This article is a part of a series of posts about the Iranian supreme leader “Ali Khamenei’s Economic Empire” that explores the real scope of national resources seized by Khamenei-affiliated companies when Iran is in severe need to counter natural and manmade crises like the novel coronavirus.
The Mostazafan Foundation of Islamic Revolution, Bonyad-e Mostazafan Va Janbazan (MFJ), or simply Bonyad [Foundation in Persian], is the second-largest commercial enterprise in Iran behind the state-owned National Iranian Oil Company and is the biggest holding company in the Middle East. Khamenei’s office directly runs it.
In September 2019, Eghtesad Online website revealed that “the Mostazafan Foundation alongside three other economic cartels, including Astan-e Quds Razavi, Khatam al-Anbiya Construction Headquarters, and The Execution of Imam Khomeini’s Order (EIKO) possesses 60 percent of Iran’s total wealth.”
Bonyad-e Mostazafan Background
In 1958, Iran’s toppled Shah Mohammad Reza Pahlavi established the Pahlavi Foundation or Bonyad-e Pahlavi as a tax-exempt charity. Contrary to its designated task, the Foundation had been obligated to hold the assets of the Shah and his relatives, which were estimated to be $3 billion at its height. However, it was accused of corruption.
Following the monarchic regime’s overthrow in 1979, the first supreme leader Ruhollah Khomeini ordered the renaming of the Pahlavi Foundation to the Mostazafan Foundation on February 24, 1979. Several months later, on July 25, 1979, it was registered as a nonprofit institution under no. 1983.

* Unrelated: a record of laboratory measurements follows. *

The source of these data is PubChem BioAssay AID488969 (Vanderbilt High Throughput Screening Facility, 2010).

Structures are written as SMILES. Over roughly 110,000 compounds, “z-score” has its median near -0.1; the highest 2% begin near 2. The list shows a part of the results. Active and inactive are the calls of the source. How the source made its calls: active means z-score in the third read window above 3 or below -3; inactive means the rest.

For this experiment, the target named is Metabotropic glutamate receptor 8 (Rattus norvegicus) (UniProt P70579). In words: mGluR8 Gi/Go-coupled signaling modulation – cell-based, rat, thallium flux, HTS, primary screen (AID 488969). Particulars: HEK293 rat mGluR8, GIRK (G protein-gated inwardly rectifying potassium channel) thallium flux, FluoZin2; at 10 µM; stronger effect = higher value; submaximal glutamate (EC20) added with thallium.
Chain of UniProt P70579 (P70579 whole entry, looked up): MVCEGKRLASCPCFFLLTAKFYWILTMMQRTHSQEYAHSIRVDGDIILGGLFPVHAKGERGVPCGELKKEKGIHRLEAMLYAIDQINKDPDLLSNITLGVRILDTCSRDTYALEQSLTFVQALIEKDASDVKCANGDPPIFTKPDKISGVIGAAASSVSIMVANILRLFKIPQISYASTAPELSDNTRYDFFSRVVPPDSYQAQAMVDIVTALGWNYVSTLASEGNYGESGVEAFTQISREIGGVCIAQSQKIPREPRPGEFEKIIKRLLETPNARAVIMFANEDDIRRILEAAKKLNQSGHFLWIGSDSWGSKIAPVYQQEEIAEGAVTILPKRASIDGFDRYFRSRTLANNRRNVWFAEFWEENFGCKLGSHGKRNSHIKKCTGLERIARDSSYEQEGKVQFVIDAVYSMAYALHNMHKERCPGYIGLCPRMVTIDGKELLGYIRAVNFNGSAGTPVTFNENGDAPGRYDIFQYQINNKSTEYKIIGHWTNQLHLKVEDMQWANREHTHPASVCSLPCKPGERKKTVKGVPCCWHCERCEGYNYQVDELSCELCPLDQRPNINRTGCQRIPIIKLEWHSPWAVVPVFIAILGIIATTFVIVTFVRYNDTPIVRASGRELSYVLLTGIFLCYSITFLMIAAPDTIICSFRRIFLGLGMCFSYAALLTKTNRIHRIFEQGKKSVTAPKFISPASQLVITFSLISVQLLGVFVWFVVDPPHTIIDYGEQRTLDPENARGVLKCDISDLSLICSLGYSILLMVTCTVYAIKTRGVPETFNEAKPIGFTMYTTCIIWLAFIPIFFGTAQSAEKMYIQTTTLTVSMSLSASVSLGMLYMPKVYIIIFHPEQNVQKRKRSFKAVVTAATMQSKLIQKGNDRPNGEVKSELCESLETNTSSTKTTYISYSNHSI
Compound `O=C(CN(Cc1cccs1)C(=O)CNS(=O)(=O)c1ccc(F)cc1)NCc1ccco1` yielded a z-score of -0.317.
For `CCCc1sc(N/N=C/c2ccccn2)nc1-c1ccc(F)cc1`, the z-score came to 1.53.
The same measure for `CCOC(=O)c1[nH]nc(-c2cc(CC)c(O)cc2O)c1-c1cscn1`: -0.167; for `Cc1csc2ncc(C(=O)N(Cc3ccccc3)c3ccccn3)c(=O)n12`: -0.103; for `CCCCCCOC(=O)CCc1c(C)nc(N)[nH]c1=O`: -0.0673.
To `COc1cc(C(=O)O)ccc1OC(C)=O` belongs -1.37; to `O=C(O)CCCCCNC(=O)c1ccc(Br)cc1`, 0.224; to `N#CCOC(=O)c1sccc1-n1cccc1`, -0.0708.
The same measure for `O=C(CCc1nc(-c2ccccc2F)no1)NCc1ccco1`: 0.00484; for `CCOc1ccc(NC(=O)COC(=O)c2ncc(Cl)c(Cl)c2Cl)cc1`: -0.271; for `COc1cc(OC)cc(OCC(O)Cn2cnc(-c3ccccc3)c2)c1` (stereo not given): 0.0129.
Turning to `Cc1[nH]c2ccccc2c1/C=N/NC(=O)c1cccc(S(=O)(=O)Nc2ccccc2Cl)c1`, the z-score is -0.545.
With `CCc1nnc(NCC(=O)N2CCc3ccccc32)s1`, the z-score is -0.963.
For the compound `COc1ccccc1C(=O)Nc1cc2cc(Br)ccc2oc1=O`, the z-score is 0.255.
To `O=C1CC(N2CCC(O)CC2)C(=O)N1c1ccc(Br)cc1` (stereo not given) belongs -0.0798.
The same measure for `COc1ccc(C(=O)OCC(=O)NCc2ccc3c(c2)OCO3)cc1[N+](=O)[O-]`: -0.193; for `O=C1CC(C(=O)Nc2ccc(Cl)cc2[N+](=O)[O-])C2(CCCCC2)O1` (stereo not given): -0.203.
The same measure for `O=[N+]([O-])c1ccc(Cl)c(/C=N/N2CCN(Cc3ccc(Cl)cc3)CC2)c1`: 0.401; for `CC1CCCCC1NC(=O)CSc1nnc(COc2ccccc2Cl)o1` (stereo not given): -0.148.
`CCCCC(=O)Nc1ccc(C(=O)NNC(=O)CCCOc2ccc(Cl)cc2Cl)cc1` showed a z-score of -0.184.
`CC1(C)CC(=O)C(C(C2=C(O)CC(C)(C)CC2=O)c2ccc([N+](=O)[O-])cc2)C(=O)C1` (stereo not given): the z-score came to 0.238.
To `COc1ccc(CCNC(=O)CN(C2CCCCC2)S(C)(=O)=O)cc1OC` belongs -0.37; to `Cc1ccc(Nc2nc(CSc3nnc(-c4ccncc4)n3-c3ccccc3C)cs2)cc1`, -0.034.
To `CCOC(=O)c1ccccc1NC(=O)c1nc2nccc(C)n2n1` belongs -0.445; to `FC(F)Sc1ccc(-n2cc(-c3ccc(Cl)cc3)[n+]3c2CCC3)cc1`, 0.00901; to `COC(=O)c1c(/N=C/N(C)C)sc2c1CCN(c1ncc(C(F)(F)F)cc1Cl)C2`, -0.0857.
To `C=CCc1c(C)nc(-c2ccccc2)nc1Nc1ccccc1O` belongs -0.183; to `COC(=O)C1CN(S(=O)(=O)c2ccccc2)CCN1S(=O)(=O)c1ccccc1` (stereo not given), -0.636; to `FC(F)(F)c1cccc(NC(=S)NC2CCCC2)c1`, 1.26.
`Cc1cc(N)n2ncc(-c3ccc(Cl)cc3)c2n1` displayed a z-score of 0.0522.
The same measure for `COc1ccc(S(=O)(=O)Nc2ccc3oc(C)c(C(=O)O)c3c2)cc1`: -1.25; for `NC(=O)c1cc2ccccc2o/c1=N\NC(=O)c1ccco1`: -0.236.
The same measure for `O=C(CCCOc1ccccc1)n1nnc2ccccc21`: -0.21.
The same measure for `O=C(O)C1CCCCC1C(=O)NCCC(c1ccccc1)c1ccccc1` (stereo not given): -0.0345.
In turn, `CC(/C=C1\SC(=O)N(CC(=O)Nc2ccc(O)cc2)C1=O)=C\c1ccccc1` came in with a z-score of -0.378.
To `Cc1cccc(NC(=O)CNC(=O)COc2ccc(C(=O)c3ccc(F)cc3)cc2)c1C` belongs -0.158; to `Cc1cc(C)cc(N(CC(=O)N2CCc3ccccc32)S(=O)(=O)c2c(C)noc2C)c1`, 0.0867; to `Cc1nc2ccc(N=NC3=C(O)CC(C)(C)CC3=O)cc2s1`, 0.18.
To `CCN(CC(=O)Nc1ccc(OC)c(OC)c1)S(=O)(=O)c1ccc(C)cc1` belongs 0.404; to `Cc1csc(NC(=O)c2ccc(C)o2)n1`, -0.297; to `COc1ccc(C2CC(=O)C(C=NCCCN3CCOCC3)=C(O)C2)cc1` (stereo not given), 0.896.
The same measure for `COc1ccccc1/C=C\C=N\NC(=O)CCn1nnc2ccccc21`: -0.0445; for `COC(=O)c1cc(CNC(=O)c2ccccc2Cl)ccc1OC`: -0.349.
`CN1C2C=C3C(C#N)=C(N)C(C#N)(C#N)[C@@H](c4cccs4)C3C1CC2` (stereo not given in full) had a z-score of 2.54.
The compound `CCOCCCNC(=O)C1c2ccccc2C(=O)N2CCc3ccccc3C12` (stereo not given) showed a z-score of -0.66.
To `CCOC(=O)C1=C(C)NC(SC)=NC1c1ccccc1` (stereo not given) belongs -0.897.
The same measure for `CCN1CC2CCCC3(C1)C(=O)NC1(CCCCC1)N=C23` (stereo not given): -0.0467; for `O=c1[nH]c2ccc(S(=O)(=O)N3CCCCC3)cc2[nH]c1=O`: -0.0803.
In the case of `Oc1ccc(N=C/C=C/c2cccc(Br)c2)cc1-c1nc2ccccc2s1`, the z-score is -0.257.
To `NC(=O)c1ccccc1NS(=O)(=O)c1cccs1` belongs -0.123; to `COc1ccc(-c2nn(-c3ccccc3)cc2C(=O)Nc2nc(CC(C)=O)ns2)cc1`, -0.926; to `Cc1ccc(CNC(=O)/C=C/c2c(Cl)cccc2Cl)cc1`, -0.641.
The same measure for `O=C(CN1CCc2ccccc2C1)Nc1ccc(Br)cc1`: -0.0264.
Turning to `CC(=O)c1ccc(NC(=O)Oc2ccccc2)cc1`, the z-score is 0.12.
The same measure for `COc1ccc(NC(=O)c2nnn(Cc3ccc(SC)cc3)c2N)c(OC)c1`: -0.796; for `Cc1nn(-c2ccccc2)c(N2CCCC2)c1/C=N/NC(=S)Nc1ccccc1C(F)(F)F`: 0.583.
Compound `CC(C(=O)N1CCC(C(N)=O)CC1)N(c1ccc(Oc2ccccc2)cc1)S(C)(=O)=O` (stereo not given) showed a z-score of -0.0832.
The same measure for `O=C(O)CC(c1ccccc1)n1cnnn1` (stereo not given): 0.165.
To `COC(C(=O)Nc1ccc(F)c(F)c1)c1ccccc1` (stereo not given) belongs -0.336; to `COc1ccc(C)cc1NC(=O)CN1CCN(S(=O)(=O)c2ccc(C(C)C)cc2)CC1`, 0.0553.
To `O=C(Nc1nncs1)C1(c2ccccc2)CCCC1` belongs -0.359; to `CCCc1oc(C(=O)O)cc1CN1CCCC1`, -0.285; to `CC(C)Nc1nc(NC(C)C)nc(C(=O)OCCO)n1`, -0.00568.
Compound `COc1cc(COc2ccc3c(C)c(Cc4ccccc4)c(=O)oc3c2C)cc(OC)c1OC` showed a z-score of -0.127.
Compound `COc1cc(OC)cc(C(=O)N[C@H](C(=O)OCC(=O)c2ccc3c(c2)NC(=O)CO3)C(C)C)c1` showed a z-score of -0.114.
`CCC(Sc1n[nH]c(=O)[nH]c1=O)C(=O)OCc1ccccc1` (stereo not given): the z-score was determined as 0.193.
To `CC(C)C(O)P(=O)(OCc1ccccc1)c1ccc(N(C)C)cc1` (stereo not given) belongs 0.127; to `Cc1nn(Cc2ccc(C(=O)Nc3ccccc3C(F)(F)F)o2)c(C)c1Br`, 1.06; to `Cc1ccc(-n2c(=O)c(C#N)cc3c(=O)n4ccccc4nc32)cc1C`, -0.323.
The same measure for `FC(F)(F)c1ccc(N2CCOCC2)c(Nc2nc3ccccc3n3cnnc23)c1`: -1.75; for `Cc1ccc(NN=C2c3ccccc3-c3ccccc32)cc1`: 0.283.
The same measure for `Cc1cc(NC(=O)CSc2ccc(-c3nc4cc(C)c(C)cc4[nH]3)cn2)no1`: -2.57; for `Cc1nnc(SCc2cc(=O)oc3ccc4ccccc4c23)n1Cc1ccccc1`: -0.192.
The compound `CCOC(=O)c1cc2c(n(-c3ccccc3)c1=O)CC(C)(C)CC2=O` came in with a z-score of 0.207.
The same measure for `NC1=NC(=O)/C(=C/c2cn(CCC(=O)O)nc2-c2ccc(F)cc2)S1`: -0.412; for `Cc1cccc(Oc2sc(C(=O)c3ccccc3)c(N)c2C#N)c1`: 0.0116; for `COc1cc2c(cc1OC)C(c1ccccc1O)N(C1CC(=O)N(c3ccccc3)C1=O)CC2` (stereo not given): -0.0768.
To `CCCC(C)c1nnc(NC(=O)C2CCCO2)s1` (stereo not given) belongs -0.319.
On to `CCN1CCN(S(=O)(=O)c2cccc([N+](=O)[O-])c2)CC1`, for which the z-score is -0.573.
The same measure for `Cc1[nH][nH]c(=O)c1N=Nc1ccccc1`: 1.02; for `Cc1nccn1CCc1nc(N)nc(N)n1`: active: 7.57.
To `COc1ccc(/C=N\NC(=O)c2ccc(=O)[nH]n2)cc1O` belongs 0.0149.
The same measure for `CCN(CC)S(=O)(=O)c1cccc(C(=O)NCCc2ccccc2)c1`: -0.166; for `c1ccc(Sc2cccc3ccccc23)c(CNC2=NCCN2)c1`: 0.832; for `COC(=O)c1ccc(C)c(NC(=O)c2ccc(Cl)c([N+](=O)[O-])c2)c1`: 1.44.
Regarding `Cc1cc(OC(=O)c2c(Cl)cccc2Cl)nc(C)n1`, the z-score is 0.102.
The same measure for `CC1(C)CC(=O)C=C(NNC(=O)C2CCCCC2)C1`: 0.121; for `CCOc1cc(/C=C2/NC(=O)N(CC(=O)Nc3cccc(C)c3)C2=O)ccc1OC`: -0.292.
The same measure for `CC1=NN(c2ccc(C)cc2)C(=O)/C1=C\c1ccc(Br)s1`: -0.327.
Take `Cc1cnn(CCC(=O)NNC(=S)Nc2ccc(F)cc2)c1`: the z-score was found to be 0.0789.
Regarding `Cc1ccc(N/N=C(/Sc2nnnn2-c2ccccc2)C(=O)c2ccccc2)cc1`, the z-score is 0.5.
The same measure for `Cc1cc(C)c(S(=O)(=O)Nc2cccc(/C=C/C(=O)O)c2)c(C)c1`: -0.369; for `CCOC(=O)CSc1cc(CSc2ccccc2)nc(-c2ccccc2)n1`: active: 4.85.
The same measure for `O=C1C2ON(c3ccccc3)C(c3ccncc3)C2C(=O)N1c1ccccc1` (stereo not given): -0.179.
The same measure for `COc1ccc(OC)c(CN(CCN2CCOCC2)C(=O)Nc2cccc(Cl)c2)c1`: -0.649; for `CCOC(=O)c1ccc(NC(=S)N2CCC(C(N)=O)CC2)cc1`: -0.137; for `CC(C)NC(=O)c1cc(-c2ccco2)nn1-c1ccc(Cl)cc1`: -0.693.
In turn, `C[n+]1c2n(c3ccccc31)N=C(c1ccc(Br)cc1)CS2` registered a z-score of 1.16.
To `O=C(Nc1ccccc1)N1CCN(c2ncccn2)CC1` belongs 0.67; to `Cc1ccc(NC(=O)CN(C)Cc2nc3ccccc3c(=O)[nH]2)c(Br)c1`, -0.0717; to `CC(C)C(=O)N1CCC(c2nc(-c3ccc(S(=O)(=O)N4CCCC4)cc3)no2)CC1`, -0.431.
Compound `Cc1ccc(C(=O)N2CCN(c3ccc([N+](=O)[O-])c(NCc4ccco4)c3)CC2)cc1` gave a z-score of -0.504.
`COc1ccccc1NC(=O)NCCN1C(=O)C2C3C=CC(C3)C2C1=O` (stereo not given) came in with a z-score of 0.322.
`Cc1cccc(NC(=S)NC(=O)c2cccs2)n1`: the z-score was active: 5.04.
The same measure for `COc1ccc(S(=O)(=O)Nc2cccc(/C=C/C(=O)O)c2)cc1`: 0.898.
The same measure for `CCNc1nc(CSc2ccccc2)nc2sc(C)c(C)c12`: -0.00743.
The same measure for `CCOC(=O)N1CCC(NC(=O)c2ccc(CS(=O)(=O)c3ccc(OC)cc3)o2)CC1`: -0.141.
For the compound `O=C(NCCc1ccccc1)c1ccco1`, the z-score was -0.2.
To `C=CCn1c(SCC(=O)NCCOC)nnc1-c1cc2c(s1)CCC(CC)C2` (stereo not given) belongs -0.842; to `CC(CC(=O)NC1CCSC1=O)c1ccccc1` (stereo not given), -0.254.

According to Khomeini’s order, the Foundation was tasked with confiscating the Pahlavi dynasty’s movable and immovable assets to benefit needy people and low-income employees and workers. It accumulated the assets and stepped further and confiscated the dissidents’ properties and belongings. However, it did not spend them on the benefit of the poor. Instead, it molded a giant economic holding.
As an economic, cultural, and social welfare institution, the Foundation controls manufacturing and industrial companies. According to the Foundation’s statue, it is supposed to use its profits to promote the living standards of the disabled and impoverished individuals and develop general public awareness.
Heads of the Mostazafan Foundation
The Supreme Leader is the real owner of the Foundation. Nonetheless, he appoints an individual to control this conglomerate for five years. Since 1979, the Foundation’s heads were as follows:
Ali-Naghi Khamoushi (March 1979-September 1980)
Mohammad-Ali Rajaei (September 1980-September 1981)
Mir-Hossein Mousavi (December 1981-September 1989)
Mohsen Rafighdoost (September 1989-July 1999)